Erisa And The Bankruptcy Code: Stepping Into Quicksand Or Something Else, Post Mackey, Maria A. Di Pippo, Gerald P. Wolf Jan 1992

Erisa And The Bankruptcy Code: Stepping Into Quicksand Or Something Else, Post Mackey, Maria A. Di Pippo, Gerald P. Wolf

Touro Law Review

No abstract provided.


Absolute Priority And New Value, James J. White Jan 1991

Absolute Priority And New Value, James J. White

Articles

This paper is based on a lecture given on December 6, 1990 ast the Second Annual Robert E. Krinock Lecture. The absolute priority rule is a specific application of the broader doctrine that reorganization plans must be "fair and equitable." Both have their origins in the railroad reorganization cases of the early 20th century. The general doctrine is now codified in section 1129(b)(2) of the Bankruptcy Code and the rule is codified in subsection 1129(b)(2)(B)(ii) which provides that the debtor must pay a nonconsenting class of unsecured creditors in full or "the holder of ...


The Bildisco Case And The Congressional Response, James J. White Jan 1984

The Bildisco Case And The Congressional Response, James J. White

Articles

Section 365 of the Bankruptcy Reform Act authorizes one in bankruptcy to "assume or reject any executory contract ...of the debtor." The most frequent use of the section arises when a lessee goes into Chapter 11 and decides either to reject its real estate lease with its lessor or, if the lease is at a favorable rental rate, to assume it and assign it to another. A less frequent but more controversial use of section 365 is to reject one's collective bargaining agreement with his employees.


Insurance Policies As Assets In Bankruptcy, Evans Holbrook Jan 1918

Insurance Policies As Assets In Bankruptcy, Evans Holbrook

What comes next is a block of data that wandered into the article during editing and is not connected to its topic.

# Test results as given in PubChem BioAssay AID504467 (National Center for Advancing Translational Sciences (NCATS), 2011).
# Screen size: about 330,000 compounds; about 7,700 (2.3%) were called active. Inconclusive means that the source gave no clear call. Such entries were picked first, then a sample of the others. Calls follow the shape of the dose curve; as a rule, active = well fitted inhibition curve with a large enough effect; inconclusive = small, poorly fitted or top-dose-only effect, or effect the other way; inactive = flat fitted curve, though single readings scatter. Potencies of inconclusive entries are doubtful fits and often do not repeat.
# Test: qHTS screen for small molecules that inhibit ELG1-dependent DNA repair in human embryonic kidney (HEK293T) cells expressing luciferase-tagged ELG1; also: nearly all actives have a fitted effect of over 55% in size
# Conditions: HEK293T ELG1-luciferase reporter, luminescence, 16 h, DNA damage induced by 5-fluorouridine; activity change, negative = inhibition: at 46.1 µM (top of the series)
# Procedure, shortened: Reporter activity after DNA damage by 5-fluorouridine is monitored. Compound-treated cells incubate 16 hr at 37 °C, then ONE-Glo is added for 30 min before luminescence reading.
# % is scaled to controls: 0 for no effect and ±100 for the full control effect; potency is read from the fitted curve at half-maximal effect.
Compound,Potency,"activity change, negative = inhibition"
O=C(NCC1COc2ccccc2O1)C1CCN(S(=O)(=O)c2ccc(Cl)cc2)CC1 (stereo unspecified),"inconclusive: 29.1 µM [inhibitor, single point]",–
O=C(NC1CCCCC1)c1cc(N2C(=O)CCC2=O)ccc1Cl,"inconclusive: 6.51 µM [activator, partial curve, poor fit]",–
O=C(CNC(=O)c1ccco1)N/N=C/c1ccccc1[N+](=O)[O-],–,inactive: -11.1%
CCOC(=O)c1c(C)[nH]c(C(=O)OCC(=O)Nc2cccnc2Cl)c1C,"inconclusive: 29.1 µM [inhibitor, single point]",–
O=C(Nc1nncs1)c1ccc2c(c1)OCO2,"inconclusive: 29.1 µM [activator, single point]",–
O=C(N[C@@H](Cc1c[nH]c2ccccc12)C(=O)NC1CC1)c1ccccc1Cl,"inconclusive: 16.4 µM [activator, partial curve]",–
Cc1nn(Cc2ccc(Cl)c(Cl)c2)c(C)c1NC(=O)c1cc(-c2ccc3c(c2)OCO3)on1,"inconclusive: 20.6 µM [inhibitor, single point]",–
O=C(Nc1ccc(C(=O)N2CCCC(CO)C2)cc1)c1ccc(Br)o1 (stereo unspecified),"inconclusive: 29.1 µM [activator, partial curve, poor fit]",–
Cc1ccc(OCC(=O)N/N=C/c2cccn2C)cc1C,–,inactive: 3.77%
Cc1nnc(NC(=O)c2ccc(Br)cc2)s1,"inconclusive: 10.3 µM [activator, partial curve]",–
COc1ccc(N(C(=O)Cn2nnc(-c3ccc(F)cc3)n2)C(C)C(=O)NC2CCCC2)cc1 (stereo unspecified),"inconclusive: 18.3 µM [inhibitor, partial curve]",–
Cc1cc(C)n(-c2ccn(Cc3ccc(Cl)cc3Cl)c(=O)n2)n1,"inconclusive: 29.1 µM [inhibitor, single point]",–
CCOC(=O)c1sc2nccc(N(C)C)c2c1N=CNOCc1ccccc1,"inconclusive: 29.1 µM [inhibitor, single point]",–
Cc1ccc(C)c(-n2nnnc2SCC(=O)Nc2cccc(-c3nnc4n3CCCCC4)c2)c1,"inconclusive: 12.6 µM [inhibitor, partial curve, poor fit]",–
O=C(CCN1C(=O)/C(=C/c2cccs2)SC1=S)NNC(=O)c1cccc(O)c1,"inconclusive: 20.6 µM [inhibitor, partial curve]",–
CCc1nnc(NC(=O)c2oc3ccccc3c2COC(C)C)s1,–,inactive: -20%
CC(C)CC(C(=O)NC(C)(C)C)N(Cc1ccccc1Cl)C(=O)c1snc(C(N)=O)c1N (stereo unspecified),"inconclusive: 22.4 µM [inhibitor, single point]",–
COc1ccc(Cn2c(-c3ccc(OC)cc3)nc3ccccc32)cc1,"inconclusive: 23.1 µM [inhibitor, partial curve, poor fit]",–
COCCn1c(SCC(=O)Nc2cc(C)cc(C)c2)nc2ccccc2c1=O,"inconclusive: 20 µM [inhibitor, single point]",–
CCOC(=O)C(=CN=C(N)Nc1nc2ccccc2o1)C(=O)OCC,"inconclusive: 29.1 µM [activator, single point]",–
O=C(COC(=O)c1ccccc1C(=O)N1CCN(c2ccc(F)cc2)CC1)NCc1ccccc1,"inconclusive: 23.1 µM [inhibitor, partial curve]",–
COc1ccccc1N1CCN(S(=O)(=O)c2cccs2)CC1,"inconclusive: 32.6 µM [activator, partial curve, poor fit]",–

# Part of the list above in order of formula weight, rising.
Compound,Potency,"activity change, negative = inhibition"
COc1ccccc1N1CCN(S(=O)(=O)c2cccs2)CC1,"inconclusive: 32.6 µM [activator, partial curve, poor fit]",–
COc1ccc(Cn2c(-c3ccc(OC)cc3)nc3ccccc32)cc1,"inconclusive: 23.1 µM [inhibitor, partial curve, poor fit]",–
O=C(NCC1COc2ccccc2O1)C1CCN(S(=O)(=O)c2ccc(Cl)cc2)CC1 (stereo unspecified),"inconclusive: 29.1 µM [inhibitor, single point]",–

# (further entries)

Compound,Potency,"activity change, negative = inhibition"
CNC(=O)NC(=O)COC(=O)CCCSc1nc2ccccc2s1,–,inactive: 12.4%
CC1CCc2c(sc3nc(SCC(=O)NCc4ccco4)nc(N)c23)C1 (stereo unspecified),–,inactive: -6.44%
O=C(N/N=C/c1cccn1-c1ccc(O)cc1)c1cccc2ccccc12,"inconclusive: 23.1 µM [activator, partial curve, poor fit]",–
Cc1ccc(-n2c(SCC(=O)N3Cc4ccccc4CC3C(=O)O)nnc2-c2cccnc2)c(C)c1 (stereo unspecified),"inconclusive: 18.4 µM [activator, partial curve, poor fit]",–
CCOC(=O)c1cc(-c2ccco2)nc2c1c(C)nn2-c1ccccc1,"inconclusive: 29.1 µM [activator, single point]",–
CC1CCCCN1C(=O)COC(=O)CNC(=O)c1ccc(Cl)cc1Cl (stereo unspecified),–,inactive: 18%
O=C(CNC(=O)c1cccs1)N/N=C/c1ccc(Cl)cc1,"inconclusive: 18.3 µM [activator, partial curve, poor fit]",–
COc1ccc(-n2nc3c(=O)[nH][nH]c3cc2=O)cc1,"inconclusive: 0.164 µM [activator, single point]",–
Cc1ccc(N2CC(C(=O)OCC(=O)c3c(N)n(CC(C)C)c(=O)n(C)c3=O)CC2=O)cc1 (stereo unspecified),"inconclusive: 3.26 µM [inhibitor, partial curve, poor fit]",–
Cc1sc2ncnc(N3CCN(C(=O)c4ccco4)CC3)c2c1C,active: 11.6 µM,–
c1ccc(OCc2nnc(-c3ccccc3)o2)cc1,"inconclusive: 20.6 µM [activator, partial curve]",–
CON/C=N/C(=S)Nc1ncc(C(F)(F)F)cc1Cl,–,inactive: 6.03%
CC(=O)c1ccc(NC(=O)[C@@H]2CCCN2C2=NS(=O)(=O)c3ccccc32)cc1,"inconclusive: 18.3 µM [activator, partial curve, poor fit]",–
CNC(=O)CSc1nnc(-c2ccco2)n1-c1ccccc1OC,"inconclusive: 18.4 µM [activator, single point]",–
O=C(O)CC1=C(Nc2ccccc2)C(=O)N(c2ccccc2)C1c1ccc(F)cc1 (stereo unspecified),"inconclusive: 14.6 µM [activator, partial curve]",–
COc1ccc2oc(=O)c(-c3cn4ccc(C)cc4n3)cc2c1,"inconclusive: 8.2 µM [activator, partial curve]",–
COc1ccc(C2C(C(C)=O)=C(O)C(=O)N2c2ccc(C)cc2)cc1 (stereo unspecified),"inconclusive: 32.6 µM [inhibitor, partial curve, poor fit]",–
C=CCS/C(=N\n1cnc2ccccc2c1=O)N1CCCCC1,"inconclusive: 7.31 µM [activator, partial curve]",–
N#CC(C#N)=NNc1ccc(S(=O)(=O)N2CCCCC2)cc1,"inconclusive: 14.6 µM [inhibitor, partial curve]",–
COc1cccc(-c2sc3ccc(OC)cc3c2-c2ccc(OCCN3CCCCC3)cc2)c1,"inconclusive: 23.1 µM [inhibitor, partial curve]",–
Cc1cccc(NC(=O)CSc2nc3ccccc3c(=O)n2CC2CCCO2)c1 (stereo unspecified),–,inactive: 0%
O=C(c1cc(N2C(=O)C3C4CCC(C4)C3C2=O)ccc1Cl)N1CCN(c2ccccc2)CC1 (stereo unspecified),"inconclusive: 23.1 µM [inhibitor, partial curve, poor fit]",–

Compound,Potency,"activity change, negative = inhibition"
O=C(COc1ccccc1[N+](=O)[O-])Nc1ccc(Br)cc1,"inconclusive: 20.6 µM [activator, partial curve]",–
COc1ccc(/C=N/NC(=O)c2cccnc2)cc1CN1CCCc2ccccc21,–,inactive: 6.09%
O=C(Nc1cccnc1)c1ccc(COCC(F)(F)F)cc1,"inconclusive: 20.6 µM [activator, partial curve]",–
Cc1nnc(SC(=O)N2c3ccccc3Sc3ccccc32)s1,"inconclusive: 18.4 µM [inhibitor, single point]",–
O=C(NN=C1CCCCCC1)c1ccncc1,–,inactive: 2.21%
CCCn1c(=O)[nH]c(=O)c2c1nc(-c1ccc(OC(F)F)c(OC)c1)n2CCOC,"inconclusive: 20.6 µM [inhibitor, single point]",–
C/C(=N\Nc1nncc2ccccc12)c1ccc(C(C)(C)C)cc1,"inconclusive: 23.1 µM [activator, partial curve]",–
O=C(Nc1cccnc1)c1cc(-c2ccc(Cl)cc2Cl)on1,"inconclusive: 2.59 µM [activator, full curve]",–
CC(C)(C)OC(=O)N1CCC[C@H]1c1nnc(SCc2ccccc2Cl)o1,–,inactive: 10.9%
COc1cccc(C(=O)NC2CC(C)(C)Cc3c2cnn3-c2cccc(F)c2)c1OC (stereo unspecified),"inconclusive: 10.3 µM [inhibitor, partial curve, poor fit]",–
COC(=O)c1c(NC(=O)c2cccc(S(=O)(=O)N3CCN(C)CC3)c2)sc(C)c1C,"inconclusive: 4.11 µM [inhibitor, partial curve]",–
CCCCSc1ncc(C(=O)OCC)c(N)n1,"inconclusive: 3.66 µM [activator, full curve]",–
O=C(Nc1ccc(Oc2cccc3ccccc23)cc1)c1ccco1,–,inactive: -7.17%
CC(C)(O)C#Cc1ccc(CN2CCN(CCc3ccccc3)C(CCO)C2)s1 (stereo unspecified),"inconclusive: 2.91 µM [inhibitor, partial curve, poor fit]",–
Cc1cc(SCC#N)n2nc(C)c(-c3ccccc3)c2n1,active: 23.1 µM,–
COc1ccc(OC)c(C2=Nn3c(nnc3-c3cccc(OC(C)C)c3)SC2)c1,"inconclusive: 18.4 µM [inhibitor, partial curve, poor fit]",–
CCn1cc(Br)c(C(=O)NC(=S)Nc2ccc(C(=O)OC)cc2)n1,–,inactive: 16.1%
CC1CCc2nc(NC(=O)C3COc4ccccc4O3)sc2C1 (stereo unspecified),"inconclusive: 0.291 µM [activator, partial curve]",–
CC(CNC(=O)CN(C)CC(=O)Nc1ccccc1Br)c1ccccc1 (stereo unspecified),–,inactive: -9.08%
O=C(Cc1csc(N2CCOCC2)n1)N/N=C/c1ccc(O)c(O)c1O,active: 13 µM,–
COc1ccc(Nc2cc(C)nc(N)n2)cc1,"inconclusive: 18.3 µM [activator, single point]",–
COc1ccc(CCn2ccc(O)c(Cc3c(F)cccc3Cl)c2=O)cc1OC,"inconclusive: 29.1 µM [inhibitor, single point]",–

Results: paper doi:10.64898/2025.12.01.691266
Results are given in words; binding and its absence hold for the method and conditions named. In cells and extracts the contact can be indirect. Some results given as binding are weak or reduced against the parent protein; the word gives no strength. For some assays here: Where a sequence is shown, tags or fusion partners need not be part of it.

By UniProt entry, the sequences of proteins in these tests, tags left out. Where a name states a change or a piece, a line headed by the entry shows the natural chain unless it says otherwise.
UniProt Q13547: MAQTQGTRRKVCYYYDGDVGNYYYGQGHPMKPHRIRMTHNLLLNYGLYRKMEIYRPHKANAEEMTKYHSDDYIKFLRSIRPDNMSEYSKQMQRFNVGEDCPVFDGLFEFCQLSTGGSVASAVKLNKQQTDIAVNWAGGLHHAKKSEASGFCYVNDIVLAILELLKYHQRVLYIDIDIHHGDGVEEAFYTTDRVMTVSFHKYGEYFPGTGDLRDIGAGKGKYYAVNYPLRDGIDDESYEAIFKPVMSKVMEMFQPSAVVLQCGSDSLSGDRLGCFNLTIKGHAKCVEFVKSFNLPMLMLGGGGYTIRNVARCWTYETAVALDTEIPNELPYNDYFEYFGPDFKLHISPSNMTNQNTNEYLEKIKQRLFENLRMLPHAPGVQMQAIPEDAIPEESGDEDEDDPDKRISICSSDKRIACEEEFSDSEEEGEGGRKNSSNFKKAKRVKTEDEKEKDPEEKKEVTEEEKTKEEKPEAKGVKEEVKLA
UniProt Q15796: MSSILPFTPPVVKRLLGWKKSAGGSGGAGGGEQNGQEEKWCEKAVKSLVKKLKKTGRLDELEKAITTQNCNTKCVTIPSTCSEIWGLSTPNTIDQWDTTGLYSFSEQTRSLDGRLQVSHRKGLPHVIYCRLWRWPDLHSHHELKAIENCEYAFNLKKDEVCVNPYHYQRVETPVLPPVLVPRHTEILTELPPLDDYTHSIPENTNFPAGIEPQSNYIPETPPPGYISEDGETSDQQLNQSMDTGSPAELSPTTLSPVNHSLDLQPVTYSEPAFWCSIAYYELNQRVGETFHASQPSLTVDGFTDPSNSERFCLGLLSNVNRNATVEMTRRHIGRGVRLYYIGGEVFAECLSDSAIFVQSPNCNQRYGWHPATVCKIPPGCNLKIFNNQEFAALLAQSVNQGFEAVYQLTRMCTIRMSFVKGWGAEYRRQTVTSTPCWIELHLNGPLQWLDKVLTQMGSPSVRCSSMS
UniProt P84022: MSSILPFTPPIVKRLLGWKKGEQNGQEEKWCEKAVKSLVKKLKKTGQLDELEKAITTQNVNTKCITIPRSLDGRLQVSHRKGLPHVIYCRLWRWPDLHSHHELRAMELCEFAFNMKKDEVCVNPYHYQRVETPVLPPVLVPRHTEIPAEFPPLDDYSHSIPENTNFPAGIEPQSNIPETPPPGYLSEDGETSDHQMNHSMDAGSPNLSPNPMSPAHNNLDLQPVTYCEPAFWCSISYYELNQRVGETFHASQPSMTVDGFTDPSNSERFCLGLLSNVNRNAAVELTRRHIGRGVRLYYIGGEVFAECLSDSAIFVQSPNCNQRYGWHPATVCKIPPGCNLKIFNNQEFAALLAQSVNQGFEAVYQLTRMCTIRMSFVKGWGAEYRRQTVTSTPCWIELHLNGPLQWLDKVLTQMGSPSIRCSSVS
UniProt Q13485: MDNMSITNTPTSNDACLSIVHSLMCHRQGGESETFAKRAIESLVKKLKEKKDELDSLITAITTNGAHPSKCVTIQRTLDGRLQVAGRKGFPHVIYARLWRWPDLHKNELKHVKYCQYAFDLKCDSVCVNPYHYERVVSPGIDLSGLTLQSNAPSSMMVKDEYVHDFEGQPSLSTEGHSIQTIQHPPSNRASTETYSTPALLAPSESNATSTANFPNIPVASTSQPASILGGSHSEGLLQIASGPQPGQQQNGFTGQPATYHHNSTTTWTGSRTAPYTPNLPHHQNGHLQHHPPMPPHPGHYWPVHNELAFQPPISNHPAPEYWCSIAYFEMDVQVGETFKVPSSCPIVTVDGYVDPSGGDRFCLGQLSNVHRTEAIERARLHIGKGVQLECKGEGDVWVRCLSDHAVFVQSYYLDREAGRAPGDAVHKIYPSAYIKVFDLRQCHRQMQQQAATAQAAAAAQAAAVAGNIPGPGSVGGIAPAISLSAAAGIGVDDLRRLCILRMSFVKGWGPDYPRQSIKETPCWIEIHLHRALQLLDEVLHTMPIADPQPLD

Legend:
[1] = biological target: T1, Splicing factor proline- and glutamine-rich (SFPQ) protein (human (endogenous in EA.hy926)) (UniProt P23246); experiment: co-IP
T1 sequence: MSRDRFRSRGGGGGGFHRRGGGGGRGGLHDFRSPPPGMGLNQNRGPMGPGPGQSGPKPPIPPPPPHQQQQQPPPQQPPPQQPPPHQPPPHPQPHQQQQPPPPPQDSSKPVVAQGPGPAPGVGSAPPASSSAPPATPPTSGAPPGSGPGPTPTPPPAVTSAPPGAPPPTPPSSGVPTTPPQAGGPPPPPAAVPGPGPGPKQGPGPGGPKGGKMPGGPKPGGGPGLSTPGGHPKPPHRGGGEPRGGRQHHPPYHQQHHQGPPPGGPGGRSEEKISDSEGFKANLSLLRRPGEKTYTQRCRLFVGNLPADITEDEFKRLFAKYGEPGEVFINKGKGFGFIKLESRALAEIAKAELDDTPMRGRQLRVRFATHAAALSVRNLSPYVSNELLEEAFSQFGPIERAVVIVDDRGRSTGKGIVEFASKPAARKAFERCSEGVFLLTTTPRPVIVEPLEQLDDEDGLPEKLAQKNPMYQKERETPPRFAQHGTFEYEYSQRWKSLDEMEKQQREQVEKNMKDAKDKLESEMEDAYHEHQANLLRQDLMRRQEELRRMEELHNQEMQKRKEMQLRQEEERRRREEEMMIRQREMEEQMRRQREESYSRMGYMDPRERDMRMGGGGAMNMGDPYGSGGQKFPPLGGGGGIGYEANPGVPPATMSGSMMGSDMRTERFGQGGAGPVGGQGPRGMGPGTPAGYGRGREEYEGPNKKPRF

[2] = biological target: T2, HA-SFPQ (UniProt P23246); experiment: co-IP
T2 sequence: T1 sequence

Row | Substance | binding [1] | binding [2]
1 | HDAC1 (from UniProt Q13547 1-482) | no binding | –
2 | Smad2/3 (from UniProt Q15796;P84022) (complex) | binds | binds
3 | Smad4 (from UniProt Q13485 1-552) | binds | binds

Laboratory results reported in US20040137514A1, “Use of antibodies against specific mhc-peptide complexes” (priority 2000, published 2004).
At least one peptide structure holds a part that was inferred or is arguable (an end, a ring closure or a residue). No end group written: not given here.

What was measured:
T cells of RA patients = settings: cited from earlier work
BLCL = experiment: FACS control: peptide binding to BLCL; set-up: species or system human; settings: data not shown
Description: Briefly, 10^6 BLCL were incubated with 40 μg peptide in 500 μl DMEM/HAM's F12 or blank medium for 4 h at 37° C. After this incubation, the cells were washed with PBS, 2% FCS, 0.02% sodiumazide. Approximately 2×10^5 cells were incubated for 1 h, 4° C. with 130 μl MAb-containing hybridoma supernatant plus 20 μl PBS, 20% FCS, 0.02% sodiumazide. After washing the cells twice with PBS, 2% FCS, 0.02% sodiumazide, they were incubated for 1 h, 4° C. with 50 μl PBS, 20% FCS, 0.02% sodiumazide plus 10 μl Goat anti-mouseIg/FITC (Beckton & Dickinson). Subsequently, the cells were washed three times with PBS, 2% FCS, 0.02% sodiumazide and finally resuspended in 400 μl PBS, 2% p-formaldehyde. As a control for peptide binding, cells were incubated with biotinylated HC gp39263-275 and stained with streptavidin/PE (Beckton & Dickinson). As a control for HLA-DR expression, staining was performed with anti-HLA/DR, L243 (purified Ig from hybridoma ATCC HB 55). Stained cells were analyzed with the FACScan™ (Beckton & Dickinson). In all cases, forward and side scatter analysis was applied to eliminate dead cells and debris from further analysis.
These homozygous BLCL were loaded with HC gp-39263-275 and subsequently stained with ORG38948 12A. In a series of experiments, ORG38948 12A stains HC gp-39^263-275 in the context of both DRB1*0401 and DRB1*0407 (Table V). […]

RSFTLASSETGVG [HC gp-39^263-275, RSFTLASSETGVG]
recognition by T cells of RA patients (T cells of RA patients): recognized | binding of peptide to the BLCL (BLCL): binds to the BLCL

Articles

The Supreme Court of the United States, in the recent case of Cohen v. Samuels, 38 Sup. Ct. 36, has put an end to a method, approved by some of the lower Federal Courts, whereby a person could create a fund which would be completely under his control but which would nevertheless be protected against any claim on the part of his trustee in bankruptcy. The circumstances in the principal case were as follows: Samuels had taken out ordinary life insurance policies, with the usual provisions as to loan and surrender values, payable to certain of his relatives as beneficiaries ...


When Is A Preferential Transfer Required To Be Recorded?, Evans Holbrook Jan 1916

When Is A Preferential Transfer Required To Be Recorded?, Evans Holbrook

Articles

In the recent case of Carey v. Donohue, 36 Sup. Ct. 386, the Supreme Court of the United States has passed on a question that has for years been vexing the Circuit Courts of Appeals, namely: When is the recording of a preferential transfer "required" under § 60 of the'Bankruptcy Act of 1898 as amended in 1903 and 1910. § 60a (as amended in 1903) defines a preference as a transaction by which property of an insolvent debtor is transferred, within four months before his bankruptcy, in such a way that the debt owing to one of his creditors will be ...


Discharge In Bankruptcy Of Principal's Inchoate Obligation To Indemnify His Surety, Evans Holbrook Jan 1915

Discharge In Bankruptcy Of Principal's Inchoate Obligation To Indemnify His Surety, Evans Holbrook

Articles

In the recent case of R. P. Williams, et al. v. United States Fidelity and Guaranty Company, 35 Sup. Ct. 289, the United States Supreme Court has at last passed upon a question that has vexed the courts ever since the enactment of the Bankruptcy Act of 1898. As stated by the Supreme Court, the question is this: "Does a discharge in bankruptcy acquit an express obligation of the principal to indemnify his surety against loss by reason of their joint bond conditioned to secure his faithful performance of a building contract broken prior to the bankruptcy when the surety ...


Depositors' Checks In Payment Of Matured Obligations Held By Drawee Bank As Preferences, Ralph W. Aigler Jan 1913

Depositors' Checks In Payment Of Matured Obligations Held By Drawee Bank As Preferences, Ralph W. Aigler

Articles

Since the case of New York County Bank I. Massey, 192 U. S. 138, there has been no doubt as to the right of a debtor of a bankrupt's estate to exercise the right of set-off as preserved by § 68a of the Bankruptcy Act. In that case it was laid down dearly that such right of set-off may be exercised despite the provisions of § 60a, which covers the matter of preferences. The question very frequently arises when bankers apply deposit balances upon matured obligations of customers. If such application is made within four months of the time when the ...